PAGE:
Our Changing Oceans – Impacts of Global Warming

from Wildlife Promise

The National Council for Science and the Environment hosted their 11th annual national conference this week, Our Changing Oceans. The three day conference focused on how the ocean environment will be impacted by climate change including both physical and biological impacts like sea level rise and acidification. The first day of the conference delved deep into the Gulf oil spill last April addressing topics such as drilling planning and preparedness, incident response, and impacts on wildlife and the community. Co-Chairs of the National Commission on the BP Deepwater Oil Spill and Offshore Drilling, Honorable William Reilly and Senator Bob Graham, were interviewed by Ray Suarez of PBS. The main message from the interview and the goal moving forward is that there needs to be a significant investment in containment and clean-up, stronger safety regulations and third party monitoring. The commission’s final report was released last week, January 11. Keynote speaker Secretary Ken Salazar, U.S. Department of the Interior, addressed the audience with his vision for our energy future – safer oil and gas drilling, more focus on efficiencies, and investment and development of alternative, cleaner fuels – necessary steps to help the U.S. move away from our dependence on foreign oil. The remaining days of the conference included break-out sessions on oceans and carbon, coastal ocean change and the potential for adaptation, oceans and living marine ecosystems, and oceans and human health, to name a few. The break-out sessions were designed to develop recommendations for using science and education to improve ocean governance and management. Check out the NCSE website for reports coming out of this conference.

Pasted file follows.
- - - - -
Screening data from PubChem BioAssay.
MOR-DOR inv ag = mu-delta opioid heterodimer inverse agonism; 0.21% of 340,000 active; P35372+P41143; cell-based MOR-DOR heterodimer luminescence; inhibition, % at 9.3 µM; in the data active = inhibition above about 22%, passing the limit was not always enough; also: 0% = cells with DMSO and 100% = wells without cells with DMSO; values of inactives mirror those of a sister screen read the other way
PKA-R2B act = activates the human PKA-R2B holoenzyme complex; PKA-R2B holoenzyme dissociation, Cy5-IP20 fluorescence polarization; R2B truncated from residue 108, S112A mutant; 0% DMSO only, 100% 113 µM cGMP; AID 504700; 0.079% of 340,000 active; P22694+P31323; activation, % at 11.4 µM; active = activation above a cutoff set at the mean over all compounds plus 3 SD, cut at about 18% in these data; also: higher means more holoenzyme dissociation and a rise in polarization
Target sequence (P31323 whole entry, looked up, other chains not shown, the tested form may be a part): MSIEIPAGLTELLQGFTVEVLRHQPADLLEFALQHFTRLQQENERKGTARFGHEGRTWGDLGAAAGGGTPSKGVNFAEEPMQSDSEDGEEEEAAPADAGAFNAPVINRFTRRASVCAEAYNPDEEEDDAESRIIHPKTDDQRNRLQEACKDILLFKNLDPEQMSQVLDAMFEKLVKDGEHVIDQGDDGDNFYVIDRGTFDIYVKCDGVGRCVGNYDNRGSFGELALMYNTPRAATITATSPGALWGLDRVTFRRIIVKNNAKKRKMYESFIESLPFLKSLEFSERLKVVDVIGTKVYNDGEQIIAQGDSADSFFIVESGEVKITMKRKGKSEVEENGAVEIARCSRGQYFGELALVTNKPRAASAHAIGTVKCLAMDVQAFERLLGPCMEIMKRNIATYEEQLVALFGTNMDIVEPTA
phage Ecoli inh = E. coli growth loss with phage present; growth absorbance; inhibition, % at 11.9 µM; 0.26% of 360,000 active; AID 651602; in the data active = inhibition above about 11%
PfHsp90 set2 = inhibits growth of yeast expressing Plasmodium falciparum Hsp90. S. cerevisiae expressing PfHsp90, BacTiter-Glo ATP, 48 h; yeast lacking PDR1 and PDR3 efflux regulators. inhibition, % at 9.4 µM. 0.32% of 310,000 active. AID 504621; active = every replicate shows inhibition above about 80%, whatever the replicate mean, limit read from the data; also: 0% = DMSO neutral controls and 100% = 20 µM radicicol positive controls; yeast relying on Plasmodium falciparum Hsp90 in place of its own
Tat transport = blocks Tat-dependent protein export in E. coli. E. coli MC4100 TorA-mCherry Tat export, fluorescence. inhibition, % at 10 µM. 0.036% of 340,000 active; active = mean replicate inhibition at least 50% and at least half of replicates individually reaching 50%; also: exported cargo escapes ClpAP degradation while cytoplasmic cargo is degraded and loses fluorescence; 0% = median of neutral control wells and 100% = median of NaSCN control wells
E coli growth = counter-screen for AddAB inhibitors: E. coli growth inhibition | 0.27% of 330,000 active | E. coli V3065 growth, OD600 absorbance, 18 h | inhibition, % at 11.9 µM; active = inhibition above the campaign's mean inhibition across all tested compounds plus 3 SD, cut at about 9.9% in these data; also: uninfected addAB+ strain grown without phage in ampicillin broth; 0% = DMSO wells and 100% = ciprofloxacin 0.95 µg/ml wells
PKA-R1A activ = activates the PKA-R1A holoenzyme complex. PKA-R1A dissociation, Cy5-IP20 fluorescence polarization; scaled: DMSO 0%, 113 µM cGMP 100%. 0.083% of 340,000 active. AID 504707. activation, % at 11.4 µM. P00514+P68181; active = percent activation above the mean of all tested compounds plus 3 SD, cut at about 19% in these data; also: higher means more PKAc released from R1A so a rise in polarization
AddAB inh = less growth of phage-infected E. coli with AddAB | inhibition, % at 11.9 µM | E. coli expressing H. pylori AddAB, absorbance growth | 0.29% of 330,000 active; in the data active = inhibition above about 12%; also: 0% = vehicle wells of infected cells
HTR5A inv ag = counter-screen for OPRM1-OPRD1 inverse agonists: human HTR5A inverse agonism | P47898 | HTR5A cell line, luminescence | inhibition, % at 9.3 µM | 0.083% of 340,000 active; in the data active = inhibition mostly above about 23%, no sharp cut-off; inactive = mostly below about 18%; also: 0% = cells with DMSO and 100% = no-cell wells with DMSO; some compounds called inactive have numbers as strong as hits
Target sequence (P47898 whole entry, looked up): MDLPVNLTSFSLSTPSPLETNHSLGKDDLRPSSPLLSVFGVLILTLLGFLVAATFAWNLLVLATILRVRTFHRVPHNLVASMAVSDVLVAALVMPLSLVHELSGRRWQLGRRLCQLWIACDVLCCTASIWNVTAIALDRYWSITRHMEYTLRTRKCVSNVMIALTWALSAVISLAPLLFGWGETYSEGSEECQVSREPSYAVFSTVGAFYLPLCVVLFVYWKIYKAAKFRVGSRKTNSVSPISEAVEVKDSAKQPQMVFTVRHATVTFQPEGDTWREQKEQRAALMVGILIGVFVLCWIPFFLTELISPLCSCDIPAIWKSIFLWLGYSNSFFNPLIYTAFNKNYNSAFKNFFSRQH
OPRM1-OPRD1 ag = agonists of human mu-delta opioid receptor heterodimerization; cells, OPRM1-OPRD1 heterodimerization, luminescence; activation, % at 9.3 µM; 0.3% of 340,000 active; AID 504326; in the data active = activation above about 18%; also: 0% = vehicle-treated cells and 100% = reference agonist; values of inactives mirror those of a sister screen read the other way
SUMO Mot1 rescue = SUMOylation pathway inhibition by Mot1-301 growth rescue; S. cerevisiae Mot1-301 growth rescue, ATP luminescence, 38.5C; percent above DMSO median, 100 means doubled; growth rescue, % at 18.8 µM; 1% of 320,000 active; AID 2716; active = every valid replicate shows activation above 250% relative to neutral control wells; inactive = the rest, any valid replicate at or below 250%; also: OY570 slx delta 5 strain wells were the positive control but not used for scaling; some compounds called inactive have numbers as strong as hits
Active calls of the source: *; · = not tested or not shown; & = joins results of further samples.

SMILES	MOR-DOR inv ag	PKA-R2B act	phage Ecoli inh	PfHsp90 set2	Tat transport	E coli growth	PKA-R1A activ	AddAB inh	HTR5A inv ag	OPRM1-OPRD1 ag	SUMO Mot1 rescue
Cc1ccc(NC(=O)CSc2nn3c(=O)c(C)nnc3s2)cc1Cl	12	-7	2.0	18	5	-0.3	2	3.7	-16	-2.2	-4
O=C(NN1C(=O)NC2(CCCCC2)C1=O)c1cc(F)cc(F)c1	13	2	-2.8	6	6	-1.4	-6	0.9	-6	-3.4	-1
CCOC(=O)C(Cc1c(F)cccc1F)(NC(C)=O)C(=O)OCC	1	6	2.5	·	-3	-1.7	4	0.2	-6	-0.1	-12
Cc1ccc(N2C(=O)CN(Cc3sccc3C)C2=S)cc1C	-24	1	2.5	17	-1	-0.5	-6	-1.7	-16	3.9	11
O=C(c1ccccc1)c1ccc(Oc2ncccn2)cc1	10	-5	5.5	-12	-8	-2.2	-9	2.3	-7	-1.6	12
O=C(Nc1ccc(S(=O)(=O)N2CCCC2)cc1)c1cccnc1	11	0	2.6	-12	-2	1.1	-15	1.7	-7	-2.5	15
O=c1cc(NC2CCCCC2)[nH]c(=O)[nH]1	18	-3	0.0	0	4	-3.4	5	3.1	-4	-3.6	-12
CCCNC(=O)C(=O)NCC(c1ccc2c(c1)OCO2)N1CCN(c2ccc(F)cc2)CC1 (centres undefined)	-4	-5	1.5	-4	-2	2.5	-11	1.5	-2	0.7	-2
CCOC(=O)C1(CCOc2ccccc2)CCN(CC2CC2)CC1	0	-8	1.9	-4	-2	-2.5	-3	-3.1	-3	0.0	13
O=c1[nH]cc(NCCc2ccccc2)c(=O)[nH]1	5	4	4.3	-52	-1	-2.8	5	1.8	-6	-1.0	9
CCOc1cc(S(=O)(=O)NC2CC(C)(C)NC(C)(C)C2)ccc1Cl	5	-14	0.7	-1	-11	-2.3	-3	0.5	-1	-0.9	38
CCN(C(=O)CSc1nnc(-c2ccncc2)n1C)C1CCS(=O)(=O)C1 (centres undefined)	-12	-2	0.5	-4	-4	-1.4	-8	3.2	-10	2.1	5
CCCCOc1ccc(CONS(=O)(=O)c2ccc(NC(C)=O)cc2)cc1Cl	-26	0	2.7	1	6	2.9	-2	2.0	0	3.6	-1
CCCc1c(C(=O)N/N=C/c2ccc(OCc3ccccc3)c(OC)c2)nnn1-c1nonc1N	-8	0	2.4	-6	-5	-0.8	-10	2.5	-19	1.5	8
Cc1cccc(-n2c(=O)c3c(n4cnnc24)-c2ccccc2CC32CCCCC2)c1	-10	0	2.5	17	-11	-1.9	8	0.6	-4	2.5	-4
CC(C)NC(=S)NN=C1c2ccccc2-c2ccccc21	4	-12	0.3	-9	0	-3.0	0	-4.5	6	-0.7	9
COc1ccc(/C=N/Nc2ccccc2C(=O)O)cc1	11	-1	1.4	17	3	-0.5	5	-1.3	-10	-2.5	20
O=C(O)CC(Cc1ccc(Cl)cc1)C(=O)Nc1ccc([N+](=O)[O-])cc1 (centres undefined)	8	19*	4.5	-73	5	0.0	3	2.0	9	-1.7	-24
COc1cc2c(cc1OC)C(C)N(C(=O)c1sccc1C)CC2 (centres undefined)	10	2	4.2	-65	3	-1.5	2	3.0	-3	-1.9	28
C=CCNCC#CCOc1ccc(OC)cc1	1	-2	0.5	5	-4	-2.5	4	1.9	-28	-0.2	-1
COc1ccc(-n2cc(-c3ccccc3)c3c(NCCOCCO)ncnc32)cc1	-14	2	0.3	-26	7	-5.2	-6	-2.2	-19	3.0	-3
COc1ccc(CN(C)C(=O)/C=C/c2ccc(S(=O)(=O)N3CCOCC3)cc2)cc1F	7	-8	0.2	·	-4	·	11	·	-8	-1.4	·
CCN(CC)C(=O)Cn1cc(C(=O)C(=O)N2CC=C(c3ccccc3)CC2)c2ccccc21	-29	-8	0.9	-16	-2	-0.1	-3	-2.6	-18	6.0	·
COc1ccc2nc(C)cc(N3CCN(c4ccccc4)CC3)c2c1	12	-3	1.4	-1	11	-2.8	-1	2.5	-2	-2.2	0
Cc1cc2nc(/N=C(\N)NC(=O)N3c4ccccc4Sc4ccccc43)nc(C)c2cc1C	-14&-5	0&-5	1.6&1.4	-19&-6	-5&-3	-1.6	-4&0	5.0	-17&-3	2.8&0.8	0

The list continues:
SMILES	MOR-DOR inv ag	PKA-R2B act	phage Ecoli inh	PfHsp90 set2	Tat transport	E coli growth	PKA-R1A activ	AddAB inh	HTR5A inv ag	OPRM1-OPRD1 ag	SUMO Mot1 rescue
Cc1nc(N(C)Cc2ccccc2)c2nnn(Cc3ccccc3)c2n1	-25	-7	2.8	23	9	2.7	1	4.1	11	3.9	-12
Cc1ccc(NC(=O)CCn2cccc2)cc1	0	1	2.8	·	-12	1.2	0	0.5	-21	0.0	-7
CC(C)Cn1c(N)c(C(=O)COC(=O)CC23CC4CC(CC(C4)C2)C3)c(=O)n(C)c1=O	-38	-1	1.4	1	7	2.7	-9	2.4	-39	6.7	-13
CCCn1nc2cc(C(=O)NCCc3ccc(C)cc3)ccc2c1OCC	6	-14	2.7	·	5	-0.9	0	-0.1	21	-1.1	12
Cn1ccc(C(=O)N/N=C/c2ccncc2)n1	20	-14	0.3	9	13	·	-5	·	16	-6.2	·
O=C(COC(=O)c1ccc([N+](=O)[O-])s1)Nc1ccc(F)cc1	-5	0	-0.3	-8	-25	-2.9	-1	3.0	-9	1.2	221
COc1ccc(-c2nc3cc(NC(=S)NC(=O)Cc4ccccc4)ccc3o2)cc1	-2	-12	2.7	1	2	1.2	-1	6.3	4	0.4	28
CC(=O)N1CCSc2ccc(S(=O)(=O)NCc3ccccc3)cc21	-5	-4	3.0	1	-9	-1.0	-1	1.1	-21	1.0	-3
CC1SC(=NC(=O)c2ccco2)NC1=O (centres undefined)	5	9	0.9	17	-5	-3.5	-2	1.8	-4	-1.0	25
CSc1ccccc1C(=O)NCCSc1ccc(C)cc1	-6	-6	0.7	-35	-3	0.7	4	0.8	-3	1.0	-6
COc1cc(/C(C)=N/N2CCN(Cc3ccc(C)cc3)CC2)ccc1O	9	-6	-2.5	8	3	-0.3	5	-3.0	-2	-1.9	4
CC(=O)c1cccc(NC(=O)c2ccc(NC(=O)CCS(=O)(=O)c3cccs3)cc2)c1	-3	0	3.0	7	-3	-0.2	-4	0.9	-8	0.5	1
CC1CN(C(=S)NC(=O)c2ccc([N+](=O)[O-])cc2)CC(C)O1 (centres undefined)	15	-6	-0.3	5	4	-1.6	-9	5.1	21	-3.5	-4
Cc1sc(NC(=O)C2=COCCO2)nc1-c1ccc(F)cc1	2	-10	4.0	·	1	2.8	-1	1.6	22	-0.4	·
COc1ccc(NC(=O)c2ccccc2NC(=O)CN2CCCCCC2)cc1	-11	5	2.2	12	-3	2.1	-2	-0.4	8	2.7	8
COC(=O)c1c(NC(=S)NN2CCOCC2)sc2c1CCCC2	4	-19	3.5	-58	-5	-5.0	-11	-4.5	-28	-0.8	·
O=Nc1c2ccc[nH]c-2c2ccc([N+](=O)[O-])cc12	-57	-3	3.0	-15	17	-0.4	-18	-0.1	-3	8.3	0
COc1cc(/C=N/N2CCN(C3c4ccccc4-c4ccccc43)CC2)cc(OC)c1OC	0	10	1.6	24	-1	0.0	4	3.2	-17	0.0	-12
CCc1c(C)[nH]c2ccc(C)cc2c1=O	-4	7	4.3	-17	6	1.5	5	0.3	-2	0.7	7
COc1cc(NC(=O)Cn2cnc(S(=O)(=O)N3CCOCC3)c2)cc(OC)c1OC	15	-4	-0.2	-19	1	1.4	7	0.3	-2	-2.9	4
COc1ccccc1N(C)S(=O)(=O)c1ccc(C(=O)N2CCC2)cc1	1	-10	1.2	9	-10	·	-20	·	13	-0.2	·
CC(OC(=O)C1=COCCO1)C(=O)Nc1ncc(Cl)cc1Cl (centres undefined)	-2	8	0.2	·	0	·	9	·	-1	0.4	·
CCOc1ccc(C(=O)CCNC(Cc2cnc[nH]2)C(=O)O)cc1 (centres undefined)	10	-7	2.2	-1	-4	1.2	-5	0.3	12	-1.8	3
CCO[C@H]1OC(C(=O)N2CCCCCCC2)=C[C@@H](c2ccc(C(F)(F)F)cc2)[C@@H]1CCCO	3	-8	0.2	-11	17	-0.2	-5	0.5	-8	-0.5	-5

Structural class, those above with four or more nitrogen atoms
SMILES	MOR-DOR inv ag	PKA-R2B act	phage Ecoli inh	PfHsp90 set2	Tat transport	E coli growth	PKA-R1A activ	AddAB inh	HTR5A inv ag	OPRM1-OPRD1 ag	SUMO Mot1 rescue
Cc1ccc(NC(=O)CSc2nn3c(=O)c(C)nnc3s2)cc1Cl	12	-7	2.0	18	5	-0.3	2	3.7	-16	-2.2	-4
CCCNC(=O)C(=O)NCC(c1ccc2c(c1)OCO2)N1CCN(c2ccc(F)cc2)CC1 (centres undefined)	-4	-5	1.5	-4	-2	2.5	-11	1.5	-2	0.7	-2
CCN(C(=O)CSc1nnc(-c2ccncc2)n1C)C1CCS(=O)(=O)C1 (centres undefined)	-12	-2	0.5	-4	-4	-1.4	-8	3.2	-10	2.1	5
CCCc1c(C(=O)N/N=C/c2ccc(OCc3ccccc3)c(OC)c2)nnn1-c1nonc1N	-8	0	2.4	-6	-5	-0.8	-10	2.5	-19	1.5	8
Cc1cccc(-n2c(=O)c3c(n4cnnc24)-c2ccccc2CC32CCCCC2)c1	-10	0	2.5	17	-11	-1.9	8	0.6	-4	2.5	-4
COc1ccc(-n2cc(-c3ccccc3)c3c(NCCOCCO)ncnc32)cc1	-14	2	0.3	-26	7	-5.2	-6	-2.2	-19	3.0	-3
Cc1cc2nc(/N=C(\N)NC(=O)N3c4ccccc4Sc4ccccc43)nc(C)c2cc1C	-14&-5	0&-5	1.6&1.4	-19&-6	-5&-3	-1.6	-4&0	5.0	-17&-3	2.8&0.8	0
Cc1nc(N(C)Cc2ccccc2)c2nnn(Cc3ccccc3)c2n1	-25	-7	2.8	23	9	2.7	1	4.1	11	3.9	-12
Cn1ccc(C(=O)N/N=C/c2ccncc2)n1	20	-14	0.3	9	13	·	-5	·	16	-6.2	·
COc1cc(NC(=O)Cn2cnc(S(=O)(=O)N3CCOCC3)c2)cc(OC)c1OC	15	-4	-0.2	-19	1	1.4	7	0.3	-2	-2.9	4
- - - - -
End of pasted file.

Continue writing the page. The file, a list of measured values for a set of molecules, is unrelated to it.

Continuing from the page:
For high school, college and university students interested in learning more about oceans and global warming and getting involved, there are many opportunities:
American Meteorological Society offers courses on meteorology, oceanography and climatology.
University of Maryland’s Center for Environmental Science’s vessel, the R/V Rachel Carson, monitors the health of the Chesapeake Bay and gives students the opportunity to experience field work – water and sediment testing, finfish research, and more.

Learn more about National Wildlife Federation’s work on global warming and coral reefs.